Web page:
Shortly after the code was copied, someone found a vulnerability in the open-source tool that would allow for remote code execution. While the original component was updated to fix the bug, Avaya’s copy was not, and for the last 10 years the phones have been operating with an exploitable RCE bug.
Avaya has since issued an update to patch the flaw once and for all.
US government seeks contractor to help short-handed DHS security teams
The US Department of Homeland Security is looking to hire an outside contractor help its agencies manage their information security operations.
A Federal Business Opportunities posting first spotted by NextGov outlines a program that would see the contractor help to staff the 17 unclassified security operation centers (SOCs) across its agencies.
That contractor, if the deal were to come about, would be charged with doing things like helping fill out staffing shortfalls in areas like vulnerability assessment, email security monitoring, and incident response.
“DHS envisions a multiple award contract vehicle under which each awardee is capable of delivering the full scope of services described in this statement of work,” the posting reads.
The DHS is still in the process of deciding the specifics of the contract, so would-be bidders have plenty of time to get their pitches together.
Ellucian off the hook for university hacks
Last month, the US Department of Education issued an alert warning that a flaw in the Ellucian Banner System software had been exploited to get into the networks of more than 60 US colleges and universities.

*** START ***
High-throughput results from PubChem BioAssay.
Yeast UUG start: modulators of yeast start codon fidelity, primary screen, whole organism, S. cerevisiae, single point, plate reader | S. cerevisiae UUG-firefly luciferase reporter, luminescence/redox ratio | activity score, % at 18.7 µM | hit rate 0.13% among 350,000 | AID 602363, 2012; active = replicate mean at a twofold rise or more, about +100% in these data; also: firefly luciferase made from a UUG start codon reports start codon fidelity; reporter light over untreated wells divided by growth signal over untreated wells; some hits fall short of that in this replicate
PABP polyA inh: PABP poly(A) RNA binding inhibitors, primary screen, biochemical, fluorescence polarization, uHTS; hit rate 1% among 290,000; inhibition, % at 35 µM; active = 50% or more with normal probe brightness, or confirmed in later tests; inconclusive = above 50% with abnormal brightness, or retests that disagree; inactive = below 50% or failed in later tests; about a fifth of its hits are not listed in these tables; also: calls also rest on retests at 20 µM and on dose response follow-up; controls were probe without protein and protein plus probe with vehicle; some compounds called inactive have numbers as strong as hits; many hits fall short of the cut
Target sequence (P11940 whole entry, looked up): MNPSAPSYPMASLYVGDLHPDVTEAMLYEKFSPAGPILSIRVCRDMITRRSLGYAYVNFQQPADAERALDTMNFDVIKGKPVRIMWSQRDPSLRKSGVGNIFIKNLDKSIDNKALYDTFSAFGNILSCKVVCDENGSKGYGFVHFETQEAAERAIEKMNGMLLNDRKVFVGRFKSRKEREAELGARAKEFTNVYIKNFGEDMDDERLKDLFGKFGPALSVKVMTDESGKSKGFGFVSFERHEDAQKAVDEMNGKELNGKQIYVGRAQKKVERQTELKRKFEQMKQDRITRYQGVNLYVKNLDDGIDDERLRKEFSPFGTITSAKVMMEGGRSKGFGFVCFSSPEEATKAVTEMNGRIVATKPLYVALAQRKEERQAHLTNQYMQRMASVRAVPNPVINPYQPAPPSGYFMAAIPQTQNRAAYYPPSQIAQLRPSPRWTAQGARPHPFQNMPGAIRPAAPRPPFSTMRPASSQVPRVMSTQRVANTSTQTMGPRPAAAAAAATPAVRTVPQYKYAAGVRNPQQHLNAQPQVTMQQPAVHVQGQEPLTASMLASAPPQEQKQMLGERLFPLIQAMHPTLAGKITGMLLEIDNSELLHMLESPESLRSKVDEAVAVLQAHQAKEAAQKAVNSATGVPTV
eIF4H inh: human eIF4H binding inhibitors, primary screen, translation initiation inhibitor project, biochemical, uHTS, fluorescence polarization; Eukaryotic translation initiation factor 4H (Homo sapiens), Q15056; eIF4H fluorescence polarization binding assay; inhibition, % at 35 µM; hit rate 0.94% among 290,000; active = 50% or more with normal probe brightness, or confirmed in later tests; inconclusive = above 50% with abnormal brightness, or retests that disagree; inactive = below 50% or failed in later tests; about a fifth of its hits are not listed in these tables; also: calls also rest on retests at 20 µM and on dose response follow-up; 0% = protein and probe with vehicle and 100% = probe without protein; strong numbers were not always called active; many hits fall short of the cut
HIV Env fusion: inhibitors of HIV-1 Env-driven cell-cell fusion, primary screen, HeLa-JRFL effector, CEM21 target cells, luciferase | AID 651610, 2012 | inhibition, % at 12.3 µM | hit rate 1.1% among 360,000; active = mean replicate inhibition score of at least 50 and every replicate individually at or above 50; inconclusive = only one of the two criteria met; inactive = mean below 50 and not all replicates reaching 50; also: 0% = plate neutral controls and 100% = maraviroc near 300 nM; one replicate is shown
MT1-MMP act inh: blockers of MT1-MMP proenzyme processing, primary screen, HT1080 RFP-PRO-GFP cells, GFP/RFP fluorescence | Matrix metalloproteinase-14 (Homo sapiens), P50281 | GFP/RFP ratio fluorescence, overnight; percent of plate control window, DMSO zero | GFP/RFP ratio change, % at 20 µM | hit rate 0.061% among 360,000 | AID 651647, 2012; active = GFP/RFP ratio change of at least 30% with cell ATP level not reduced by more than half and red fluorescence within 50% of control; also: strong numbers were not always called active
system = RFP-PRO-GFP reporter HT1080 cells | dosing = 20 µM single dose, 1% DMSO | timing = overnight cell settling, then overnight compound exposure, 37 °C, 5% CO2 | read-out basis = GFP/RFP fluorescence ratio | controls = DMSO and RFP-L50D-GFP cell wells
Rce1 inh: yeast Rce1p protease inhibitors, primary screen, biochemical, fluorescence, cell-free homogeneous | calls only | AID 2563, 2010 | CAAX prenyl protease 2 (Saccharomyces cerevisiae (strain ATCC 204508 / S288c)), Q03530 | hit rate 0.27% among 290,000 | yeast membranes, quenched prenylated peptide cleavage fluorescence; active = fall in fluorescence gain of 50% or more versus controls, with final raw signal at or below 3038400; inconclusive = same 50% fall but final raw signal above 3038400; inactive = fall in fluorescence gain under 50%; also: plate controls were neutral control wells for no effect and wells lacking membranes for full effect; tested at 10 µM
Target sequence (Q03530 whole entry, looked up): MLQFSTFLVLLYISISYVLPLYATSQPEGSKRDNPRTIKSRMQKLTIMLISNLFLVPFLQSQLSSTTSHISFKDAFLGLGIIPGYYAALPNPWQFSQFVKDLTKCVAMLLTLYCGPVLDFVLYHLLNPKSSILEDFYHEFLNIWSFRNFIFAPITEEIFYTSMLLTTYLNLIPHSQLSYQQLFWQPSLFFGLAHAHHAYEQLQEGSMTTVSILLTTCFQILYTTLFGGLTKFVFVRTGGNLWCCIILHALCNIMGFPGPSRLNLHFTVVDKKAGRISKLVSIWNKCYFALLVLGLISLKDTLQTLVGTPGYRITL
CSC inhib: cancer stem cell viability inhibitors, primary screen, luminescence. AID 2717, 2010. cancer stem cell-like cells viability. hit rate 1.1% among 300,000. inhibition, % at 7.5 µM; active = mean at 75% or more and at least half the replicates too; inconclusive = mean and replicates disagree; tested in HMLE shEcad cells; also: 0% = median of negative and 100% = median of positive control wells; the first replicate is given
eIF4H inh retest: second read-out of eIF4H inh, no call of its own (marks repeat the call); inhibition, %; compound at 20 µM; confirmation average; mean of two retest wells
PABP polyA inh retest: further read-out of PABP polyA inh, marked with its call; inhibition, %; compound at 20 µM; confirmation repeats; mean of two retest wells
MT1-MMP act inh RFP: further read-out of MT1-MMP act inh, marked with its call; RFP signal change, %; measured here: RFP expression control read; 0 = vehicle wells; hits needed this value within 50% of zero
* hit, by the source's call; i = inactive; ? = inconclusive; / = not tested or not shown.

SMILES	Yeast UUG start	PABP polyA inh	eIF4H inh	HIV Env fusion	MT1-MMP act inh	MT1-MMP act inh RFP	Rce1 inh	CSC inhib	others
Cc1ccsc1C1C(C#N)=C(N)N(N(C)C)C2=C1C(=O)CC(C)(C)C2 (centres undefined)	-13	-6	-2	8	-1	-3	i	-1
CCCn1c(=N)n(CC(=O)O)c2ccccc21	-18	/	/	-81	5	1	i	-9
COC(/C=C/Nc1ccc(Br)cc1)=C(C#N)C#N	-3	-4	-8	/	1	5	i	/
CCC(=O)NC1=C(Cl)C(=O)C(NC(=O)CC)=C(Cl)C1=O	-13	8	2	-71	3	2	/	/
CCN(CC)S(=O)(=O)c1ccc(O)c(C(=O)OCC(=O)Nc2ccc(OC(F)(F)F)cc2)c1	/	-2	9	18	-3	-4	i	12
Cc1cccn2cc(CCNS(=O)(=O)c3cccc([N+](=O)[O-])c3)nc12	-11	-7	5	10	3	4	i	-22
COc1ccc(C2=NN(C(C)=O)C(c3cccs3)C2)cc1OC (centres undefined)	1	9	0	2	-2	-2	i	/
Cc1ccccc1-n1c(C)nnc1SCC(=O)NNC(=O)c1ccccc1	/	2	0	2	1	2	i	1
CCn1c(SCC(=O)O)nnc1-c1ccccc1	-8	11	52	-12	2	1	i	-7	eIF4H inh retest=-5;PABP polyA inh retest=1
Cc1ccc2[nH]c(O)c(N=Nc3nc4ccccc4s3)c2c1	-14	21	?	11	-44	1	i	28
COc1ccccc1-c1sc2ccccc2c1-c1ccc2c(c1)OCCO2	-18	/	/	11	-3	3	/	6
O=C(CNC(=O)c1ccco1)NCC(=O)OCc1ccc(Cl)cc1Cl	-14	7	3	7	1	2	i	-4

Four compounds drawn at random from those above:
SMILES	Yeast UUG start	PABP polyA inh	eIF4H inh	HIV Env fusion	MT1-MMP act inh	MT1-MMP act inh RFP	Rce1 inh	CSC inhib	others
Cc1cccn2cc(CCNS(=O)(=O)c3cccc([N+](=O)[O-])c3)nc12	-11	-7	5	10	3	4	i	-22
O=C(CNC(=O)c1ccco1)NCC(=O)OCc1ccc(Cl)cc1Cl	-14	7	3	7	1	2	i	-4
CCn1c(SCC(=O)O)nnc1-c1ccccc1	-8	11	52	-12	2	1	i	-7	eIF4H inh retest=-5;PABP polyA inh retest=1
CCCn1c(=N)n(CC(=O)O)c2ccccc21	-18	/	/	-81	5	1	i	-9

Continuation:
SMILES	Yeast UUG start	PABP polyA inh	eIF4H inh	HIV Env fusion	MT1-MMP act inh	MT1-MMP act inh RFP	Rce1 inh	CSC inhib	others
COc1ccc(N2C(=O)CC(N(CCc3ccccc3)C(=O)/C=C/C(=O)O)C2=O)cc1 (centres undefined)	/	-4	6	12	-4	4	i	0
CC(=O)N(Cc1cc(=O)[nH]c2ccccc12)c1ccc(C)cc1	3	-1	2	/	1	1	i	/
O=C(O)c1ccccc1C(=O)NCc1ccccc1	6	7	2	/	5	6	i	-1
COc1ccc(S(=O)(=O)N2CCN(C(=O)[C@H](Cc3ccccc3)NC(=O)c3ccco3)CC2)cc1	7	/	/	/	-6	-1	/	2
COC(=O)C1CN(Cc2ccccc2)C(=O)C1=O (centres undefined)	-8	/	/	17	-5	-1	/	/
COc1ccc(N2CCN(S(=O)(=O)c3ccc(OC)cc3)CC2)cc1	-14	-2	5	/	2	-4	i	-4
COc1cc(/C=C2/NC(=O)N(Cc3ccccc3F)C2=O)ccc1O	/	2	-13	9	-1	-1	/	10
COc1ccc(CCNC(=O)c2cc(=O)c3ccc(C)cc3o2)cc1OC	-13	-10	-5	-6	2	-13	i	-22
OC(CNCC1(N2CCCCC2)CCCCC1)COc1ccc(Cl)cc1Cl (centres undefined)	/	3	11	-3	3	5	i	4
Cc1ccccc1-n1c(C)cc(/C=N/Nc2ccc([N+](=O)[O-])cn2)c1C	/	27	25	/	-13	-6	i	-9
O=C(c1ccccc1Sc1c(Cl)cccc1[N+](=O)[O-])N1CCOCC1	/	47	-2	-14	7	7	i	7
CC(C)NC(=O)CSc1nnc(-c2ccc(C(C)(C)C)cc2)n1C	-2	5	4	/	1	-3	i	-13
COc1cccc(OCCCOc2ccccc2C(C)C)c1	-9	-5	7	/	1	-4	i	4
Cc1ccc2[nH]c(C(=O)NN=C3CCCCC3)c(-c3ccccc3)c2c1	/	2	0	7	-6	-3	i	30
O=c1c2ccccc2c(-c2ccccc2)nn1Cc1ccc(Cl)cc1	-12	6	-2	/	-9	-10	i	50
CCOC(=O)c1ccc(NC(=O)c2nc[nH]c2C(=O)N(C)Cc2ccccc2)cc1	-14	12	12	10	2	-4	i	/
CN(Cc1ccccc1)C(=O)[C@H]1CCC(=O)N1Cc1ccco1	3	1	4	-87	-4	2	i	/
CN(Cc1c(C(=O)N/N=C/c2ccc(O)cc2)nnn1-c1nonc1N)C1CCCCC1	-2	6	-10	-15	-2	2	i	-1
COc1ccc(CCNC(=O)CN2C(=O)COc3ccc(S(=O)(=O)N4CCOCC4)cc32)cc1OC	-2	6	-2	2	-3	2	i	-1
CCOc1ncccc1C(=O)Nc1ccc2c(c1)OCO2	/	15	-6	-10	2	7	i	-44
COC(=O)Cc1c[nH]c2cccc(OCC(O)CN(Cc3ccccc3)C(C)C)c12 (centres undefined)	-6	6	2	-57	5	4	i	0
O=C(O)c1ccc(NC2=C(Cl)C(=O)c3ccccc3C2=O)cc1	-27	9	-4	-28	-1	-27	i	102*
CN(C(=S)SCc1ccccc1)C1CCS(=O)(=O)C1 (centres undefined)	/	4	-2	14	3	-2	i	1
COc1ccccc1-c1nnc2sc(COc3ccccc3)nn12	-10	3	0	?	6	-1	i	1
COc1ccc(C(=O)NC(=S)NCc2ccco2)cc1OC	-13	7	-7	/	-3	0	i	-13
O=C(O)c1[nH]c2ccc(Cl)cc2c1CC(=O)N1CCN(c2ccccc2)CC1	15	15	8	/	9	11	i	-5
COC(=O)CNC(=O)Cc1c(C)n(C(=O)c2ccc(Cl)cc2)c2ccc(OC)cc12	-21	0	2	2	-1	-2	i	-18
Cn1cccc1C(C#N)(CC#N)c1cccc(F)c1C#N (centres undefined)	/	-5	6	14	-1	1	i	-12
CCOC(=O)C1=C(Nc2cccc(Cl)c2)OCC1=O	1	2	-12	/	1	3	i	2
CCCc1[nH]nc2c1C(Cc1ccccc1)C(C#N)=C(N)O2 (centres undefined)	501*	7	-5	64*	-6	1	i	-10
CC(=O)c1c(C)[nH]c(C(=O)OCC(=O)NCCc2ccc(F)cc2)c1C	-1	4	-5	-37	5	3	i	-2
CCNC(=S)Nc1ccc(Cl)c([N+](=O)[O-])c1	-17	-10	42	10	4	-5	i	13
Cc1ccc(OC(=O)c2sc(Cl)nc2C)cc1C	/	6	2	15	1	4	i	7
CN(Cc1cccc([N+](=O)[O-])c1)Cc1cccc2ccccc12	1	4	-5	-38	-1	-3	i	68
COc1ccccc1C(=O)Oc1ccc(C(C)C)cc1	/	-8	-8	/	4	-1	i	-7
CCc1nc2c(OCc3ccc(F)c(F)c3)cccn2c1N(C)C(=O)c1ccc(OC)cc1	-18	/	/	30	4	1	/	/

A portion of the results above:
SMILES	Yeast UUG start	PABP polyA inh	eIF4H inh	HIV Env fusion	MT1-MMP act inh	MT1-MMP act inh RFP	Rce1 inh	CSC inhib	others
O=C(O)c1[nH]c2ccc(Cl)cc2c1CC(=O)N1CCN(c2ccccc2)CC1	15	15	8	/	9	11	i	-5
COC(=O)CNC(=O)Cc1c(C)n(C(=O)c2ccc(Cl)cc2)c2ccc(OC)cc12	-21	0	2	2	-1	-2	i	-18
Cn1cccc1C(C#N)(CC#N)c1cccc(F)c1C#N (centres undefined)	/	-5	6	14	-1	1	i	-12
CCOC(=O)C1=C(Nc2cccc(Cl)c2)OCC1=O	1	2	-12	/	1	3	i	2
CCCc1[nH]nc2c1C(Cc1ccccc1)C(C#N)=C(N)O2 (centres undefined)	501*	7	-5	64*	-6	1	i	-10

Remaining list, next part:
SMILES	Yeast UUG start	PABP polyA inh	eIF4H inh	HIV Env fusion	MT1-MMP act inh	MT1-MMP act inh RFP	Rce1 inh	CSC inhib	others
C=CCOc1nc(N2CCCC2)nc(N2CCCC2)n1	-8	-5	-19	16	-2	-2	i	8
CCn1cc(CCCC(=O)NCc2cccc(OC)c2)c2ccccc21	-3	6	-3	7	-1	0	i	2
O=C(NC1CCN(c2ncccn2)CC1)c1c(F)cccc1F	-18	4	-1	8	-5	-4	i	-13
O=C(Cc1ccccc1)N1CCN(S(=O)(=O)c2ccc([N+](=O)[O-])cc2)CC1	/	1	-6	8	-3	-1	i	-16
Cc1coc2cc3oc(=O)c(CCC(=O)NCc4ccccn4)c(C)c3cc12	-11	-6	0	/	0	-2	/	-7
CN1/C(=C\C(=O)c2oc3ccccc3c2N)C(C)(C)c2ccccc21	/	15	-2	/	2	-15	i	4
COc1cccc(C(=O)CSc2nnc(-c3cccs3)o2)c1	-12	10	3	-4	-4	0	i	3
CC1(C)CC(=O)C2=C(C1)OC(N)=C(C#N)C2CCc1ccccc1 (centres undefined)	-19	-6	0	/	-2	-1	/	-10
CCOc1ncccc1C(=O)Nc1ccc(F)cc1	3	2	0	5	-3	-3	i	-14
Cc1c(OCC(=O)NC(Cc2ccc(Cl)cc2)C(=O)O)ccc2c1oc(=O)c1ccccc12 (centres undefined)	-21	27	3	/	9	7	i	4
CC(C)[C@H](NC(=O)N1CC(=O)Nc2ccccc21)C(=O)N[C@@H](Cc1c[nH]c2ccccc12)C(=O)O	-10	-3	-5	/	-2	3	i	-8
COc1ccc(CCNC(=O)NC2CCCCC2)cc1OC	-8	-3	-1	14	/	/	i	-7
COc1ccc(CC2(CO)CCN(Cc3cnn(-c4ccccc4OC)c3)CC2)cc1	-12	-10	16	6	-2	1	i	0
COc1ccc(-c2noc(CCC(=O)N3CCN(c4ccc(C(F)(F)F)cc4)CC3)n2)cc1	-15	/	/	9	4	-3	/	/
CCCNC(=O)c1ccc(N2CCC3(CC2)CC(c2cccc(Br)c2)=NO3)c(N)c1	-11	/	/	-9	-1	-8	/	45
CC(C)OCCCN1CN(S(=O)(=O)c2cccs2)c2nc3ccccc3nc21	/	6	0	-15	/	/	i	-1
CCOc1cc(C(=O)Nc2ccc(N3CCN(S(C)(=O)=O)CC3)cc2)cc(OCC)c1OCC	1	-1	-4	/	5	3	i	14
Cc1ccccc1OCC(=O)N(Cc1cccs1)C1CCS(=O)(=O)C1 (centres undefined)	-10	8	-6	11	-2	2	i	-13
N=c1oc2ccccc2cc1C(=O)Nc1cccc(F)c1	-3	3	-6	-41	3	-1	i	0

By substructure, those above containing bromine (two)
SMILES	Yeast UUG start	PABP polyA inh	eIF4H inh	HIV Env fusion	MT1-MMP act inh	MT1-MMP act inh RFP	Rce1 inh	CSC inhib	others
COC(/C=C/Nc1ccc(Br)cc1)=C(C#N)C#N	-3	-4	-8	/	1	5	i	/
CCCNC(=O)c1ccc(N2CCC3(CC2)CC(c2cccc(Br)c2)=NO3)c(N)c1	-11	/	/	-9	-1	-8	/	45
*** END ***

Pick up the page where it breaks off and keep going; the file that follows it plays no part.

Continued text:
Now, however, the department is walking that claim back, now saying that something else was responsible for the breaches, which implies the Ellucian software was not.
“Our ongoing research with targeted institutions has led us to a broader concern regarding the front-end registration portals used by institutions,” the education bod says.
“Specifically, some institutions are using third-party software as front-end access points to the Ellucian Banner System and similar administrative tools.”
F-Secure uncovers BIG-IP vulnerability
Finnish security folks at F-Secure have issued an warning to companies using some F5 Networks load balancers following the discovery of a command injection flaw.
F-Secure said the vulnerability is present in the BIG-IP balancers, which use the Tcl programming language for their iRules commands. Apparently, Tcl contains a flaw that would let an attacker slip arbitrary commands into scripts.